League of Legends


For the first time a gamer has been recognized as a professional athlete and granted a P-1 visa.  P-1 visas are available to athletes who compete at an internationally recognized level of performance.  Think baseball, basketball and hockey.  The obstacle they had to overcome was proving that playing in this league was a profession.  Lots of professional gamers are allowed to come to USA to compete in tournaments under a B-1 visa.  A B-1 visa allows an athlete who receives no salary or payments other than prize money to compete in a tournament as a business visitor.  These types of athletes are expected to have a residence outside of the USA and return home after the tournament.

This was not the case with Danny “Shiphtur” Le, a Canadian.  He plays a game called League of Legends and gets a salary. This makes him ineligible for a B-1 visa.  League of Legends is a multiplayer battle arena type online game.  Teams of 5 compete against each other to reach and destroy the other teams’ nexus.  This is an online game so one would think that it wouldn’t matter where the team members played from.  That is the beauty of the internet, you can be anywhere in the world and connect with people from every country.  The problem in this case is that this game requires that the team be together physically while they compete.  So this maybe a completely unique problem that only exists with this particular game.

Le needed a visa to live, practice and compete with his team in the USA.  He has tried other options to compete, but was unsuccessful.  Riot, the games’ developer, came to Le’s aid.  Riot contacted immigration attorney Jeptha Evans.  Riot and Evans went to work to prove that eSports was a profession and that League of Legends pro met the government benchmark for a professional league, like the MLB or NHL.  The benchmark for a professional league is:

1.            clear rules

2.            at least 6 teams

3.            a combined revenue of at least 10 million dollars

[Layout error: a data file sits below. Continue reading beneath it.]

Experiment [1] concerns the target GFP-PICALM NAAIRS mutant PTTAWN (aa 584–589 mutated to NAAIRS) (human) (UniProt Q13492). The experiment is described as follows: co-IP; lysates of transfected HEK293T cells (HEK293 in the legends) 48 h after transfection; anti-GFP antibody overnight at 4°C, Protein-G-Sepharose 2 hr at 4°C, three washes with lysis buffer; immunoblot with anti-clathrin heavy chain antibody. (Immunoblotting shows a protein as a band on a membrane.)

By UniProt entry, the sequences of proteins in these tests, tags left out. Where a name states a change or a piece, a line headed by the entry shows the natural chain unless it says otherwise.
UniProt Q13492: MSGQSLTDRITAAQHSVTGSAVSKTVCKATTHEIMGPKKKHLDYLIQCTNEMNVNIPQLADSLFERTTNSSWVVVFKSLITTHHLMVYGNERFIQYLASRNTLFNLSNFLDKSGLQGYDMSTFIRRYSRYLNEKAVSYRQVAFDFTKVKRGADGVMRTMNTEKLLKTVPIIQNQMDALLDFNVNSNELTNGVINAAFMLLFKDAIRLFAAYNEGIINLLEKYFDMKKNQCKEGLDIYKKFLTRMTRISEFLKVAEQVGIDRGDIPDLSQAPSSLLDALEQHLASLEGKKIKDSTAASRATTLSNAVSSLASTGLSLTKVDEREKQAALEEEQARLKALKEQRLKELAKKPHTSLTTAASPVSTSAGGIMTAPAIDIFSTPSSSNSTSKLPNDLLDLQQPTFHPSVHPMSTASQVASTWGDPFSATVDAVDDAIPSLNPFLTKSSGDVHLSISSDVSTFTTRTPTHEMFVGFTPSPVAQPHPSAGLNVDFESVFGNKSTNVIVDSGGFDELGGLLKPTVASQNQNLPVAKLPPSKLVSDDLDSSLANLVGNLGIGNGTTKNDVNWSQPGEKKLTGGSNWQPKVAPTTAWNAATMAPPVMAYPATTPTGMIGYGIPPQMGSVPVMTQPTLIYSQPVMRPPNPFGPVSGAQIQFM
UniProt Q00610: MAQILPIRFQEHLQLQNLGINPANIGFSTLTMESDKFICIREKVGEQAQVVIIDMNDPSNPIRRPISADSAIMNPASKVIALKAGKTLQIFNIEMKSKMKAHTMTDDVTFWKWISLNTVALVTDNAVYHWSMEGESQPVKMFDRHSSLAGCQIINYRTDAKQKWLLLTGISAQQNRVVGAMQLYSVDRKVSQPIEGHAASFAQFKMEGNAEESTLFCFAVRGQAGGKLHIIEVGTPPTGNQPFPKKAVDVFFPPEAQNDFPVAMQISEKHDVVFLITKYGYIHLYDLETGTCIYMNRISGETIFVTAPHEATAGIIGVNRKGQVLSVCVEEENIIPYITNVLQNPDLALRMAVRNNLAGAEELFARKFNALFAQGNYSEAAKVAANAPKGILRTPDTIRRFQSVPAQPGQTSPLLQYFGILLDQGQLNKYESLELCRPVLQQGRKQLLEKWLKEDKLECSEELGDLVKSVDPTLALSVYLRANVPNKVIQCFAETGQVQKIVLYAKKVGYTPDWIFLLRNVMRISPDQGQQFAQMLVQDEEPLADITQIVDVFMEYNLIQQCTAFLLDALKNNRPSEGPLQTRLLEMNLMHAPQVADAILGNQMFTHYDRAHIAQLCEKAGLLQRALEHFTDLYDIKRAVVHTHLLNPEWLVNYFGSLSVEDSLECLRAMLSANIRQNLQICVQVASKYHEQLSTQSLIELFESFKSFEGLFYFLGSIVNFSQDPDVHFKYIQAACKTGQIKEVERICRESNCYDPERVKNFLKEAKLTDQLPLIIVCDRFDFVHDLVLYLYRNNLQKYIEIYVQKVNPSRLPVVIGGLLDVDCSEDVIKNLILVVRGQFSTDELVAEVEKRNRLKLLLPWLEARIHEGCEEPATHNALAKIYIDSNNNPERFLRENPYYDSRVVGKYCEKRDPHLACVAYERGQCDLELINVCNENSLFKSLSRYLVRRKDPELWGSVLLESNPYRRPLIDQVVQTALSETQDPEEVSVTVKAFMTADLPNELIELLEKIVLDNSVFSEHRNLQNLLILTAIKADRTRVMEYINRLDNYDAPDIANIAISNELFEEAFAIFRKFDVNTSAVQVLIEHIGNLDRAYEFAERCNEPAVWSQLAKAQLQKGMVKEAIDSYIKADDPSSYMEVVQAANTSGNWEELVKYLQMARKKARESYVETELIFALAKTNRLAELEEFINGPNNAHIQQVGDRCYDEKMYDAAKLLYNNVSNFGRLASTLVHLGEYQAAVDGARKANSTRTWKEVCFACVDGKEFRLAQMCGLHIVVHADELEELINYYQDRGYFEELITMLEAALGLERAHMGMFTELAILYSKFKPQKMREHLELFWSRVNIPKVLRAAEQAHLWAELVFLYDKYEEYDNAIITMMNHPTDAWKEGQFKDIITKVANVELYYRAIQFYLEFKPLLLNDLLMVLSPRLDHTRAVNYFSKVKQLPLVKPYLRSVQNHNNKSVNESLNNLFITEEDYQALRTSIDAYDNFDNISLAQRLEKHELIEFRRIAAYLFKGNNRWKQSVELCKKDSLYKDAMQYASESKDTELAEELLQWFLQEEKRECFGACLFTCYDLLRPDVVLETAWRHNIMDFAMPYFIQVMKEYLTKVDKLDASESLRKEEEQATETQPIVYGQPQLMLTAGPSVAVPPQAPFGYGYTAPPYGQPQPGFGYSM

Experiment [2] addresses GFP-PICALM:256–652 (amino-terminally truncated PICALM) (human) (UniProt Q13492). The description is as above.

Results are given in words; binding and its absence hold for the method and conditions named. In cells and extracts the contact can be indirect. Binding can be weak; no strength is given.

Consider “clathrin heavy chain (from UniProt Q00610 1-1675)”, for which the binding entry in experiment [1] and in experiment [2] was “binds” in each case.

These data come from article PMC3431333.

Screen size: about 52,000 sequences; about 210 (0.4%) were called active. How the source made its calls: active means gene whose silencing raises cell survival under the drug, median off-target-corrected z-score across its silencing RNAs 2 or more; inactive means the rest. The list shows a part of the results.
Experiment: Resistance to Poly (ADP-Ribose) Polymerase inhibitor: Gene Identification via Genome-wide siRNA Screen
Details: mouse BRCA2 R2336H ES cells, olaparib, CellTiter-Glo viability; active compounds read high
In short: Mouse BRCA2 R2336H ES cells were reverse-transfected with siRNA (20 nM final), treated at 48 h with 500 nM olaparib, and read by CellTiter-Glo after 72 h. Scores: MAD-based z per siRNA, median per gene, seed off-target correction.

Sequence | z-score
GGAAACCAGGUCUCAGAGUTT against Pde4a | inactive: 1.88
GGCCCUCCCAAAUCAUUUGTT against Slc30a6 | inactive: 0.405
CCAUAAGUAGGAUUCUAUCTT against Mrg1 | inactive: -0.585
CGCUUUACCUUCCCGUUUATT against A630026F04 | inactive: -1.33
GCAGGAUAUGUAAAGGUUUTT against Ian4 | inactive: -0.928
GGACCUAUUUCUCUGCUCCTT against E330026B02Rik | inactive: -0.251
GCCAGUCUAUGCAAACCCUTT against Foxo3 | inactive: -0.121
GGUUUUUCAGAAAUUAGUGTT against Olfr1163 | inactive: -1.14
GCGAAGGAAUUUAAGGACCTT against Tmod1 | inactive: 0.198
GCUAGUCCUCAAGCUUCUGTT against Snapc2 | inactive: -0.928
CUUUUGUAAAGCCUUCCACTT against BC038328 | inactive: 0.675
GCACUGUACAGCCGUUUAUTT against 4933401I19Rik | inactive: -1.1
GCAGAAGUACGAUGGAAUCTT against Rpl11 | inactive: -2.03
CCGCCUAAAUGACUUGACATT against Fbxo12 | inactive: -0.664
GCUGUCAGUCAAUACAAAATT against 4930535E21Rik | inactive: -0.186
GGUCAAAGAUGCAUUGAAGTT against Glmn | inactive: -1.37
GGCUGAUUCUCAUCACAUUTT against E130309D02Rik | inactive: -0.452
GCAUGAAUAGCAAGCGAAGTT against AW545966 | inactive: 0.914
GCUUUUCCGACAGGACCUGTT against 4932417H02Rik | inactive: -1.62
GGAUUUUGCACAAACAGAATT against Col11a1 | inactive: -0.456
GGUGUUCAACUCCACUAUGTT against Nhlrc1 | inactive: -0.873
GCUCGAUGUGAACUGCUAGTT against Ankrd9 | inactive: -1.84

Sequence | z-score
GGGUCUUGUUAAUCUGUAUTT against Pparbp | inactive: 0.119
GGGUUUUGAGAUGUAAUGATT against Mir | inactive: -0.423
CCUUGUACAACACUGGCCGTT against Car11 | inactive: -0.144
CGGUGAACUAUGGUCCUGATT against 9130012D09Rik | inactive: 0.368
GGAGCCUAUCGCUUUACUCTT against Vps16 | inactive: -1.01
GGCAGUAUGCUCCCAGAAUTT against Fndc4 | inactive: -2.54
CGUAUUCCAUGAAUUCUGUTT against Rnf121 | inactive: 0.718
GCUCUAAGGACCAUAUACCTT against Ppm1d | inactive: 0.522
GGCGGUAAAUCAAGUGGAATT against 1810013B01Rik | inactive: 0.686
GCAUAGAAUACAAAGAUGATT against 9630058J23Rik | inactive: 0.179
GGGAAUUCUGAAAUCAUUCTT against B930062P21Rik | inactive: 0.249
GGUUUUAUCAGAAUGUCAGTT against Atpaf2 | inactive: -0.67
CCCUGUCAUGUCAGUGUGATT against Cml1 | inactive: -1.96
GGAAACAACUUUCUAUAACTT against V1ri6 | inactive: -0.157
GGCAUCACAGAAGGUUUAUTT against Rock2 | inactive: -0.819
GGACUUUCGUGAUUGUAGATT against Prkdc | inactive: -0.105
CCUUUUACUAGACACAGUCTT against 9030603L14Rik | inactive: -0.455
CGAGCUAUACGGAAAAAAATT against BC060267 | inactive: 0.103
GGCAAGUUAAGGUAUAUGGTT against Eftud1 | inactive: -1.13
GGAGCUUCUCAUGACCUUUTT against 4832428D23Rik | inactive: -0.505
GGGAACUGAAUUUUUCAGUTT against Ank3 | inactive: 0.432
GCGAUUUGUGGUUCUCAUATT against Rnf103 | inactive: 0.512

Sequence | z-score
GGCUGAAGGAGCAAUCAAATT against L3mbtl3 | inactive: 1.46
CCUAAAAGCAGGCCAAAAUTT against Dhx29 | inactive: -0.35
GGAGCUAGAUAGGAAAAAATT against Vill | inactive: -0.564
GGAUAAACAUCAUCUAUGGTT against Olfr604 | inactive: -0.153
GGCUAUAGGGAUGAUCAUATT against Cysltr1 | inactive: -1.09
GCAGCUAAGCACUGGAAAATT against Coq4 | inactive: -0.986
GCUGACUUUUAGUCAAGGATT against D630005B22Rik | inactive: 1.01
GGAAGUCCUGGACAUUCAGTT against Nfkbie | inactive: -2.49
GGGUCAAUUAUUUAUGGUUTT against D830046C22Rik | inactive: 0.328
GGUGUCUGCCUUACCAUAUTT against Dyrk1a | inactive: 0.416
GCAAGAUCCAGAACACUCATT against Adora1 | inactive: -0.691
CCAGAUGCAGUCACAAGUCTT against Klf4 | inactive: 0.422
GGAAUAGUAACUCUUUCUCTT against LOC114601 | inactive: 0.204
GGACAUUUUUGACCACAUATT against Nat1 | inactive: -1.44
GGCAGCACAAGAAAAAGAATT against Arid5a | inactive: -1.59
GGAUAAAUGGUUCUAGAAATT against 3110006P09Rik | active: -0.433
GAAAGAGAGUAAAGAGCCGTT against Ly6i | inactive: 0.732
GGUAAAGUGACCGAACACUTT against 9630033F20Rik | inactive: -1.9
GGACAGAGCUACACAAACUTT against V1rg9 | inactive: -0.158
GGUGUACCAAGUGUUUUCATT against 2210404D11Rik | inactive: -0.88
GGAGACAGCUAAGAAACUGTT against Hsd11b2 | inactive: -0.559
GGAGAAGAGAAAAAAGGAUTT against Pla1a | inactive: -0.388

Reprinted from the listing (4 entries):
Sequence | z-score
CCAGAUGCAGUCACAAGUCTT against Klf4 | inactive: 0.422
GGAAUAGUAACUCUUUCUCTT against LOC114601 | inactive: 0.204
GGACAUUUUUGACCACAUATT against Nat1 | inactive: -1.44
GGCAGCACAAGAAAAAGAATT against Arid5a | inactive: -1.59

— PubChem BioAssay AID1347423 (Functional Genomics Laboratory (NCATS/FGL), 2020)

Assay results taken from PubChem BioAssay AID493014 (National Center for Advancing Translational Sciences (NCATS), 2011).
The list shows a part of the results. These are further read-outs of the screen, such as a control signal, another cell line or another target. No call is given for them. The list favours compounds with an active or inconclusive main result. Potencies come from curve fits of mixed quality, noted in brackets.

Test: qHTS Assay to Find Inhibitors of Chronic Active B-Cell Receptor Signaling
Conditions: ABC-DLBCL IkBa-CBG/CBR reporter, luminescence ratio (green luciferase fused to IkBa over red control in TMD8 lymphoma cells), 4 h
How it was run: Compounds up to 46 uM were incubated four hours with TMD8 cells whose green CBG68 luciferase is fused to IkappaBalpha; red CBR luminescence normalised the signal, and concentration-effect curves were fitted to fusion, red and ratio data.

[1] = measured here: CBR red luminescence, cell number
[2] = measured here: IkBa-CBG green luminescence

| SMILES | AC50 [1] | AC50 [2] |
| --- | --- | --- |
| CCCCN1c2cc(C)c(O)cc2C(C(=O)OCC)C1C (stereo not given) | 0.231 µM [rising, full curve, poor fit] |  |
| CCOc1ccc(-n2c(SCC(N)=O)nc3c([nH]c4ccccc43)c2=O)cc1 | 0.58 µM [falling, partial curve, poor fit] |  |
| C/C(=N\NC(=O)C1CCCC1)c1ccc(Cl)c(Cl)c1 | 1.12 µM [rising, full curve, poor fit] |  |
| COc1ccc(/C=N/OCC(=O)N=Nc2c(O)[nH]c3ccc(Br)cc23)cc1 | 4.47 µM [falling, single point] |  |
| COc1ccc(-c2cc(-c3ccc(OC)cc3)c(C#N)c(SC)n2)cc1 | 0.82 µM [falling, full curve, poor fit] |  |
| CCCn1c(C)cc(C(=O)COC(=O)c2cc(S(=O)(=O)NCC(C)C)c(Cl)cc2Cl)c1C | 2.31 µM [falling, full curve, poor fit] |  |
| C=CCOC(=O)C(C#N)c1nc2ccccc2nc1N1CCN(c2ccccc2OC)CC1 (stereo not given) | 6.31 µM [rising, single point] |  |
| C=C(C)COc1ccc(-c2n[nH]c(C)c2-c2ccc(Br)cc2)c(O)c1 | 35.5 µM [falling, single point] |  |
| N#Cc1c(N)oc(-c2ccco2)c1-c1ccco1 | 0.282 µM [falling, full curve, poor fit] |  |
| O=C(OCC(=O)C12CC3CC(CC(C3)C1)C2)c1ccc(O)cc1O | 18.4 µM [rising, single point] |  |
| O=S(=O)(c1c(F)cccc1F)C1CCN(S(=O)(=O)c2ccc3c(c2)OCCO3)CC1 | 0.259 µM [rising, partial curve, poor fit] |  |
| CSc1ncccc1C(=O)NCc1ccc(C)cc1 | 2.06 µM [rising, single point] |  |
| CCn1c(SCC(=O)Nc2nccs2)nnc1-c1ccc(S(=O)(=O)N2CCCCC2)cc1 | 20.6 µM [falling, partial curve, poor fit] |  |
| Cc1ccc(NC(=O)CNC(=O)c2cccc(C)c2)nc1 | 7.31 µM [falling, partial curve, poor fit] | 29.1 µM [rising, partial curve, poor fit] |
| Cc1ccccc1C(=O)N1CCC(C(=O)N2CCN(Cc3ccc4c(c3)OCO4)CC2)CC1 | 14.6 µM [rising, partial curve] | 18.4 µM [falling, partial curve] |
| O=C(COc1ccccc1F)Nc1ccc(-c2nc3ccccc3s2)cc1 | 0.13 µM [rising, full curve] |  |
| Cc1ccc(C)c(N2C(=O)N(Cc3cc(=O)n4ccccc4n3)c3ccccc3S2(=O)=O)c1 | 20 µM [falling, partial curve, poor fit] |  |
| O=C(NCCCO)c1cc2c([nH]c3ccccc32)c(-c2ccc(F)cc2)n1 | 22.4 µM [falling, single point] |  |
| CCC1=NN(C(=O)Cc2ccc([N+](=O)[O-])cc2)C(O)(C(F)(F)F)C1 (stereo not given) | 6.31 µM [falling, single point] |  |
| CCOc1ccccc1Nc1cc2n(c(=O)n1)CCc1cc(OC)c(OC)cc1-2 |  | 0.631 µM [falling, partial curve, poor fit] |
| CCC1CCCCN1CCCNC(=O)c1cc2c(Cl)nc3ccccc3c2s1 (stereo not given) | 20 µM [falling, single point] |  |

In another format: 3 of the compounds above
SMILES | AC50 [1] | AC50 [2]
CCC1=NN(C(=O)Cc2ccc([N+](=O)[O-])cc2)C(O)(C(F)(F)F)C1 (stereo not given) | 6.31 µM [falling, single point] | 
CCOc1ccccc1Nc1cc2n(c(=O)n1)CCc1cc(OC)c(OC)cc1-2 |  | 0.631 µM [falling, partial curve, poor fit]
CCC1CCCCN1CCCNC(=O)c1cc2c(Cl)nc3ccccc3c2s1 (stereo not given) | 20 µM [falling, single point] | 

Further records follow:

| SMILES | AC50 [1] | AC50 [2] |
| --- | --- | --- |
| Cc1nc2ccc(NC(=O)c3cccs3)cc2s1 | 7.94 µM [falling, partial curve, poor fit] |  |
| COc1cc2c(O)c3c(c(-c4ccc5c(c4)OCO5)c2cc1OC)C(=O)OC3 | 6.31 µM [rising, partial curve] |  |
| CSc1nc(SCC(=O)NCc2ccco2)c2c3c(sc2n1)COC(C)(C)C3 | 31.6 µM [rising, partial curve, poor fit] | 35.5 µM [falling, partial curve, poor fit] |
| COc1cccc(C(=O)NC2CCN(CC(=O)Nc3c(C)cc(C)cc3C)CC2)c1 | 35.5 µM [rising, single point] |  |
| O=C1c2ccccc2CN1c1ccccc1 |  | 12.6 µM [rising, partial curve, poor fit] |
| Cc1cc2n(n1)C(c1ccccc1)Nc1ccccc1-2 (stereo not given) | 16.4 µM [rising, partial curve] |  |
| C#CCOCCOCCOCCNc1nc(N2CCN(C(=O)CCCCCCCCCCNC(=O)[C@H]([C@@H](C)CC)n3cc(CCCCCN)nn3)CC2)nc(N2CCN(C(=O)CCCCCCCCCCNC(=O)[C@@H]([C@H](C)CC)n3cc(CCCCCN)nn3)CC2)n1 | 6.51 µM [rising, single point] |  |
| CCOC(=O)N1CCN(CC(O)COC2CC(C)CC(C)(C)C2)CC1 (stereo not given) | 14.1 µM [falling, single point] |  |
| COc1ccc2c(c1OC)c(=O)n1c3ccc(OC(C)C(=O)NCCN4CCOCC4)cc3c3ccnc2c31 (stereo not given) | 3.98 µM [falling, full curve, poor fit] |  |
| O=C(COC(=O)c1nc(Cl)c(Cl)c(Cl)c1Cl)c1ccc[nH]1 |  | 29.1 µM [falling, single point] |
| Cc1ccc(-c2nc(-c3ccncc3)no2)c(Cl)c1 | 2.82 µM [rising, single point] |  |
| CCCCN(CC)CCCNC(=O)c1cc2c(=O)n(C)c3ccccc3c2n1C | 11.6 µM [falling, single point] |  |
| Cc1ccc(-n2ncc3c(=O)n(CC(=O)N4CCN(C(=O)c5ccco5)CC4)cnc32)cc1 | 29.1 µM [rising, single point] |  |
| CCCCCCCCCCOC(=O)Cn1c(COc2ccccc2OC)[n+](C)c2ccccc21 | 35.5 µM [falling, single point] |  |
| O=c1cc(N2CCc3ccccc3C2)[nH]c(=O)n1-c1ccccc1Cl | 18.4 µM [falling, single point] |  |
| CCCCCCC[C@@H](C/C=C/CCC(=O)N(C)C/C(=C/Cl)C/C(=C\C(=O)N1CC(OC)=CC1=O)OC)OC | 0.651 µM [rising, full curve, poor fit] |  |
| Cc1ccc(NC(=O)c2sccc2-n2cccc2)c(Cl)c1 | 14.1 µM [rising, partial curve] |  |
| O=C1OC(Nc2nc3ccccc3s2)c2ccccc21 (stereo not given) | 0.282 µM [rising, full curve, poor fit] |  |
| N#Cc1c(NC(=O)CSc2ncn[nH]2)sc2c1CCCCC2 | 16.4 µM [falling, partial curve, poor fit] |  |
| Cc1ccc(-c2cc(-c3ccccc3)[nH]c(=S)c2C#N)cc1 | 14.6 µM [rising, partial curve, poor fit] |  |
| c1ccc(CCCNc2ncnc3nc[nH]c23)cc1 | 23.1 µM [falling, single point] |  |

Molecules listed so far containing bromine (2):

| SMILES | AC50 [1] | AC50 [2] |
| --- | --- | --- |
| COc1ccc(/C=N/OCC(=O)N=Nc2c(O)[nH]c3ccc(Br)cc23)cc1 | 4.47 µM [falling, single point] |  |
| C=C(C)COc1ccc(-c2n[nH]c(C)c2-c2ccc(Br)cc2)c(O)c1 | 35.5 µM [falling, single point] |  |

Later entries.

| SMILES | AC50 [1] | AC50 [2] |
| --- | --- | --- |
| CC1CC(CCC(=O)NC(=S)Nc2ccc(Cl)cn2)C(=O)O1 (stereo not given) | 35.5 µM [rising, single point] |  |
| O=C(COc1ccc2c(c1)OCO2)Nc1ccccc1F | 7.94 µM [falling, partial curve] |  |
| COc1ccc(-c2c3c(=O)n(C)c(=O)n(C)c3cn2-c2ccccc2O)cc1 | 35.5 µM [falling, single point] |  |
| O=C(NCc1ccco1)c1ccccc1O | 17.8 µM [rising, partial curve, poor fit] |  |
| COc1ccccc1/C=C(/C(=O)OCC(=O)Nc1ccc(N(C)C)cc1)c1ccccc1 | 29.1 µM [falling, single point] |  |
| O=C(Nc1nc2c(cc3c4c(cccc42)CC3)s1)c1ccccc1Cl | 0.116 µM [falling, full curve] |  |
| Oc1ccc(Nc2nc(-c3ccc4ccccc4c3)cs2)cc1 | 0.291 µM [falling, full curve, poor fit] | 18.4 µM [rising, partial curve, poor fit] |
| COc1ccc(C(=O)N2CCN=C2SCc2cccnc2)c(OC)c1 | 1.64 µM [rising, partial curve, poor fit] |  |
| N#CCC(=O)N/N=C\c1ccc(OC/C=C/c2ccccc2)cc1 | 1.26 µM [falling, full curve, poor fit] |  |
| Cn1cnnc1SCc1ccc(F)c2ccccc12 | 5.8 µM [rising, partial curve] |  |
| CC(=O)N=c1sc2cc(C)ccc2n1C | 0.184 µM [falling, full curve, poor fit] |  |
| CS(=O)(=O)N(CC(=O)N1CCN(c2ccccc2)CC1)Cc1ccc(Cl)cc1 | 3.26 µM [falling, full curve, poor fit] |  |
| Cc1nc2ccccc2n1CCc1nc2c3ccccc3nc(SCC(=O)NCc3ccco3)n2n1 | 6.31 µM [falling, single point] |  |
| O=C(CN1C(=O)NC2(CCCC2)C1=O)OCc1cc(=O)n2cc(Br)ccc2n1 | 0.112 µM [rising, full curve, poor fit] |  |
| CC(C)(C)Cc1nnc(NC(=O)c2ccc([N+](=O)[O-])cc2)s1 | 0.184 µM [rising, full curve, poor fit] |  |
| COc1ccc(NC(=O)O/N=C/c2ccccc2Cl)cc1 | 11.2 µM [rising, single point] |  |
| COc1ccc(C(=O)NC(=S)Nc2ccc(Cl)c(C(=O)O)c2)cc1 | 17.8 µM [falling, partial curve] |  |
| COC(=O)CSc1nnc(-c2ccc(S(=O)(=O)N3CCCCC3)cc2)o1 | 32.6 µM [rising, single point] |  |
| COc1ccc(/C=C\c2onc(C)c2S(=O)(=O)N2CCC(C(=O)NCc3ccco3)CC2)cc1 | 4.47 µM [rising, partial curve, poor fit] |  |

Showing the government that it was a professional sport was no easy feat.  It had to be proved that it was a viable and consistent career.  This meant they have to find people who actually made a living from playing video games, get proof of those claims and submit the proof to the US government. .  Finding people who have made money from playing video games was the easy part, finding people who have made a living  from playing video games was not.  Video games have gone from a simple game of a ball and lines to fully immersive 3D rendered lands.  A generation of kids has grown up playing video games.  The gaming industry is a multi billion dollar industry.  It is not unusual to see video game commercials during prime time television programming.  It is only natural that there would be competitive leagues associated with online gaming and that these leagues would be sponsored.  The prize money and sponsorships can be substantial.  With Riot games willing to help and the resources they possessed.  They were able to get US Immigration officials to certify it as a professional sport.  This allowed for league professionals to apply for a P-1 visa.   While League of Legends pro has been certified that does not mean all video games are certified.  Each game must be certified separately.

Now what does this mean?  First, it lends some legitimacy to eSports.  I am sure there will be arguments about whether online gaming is a sport.  That same argument has been going on with golf for years.  With the US government officially recognizing League of Legend players as professionals, the implications of that could be far reaching.  Professional athletes, teams, and leagues are highly regulated.  As eSports become more main stream will they come under more and more regulation.  Will we end up with a professional division and an amateur division or a major league and a minor league?  Will gamers get called up to the Bigs?  College already has competitive leagues of gamers.  They do not have a governing body, think NCAA.  Will we have an army of scouts out recruiting gamers?  Then there is the question of coaches, trainers, and support personnel.

The door is open, we will have to see what comes through.


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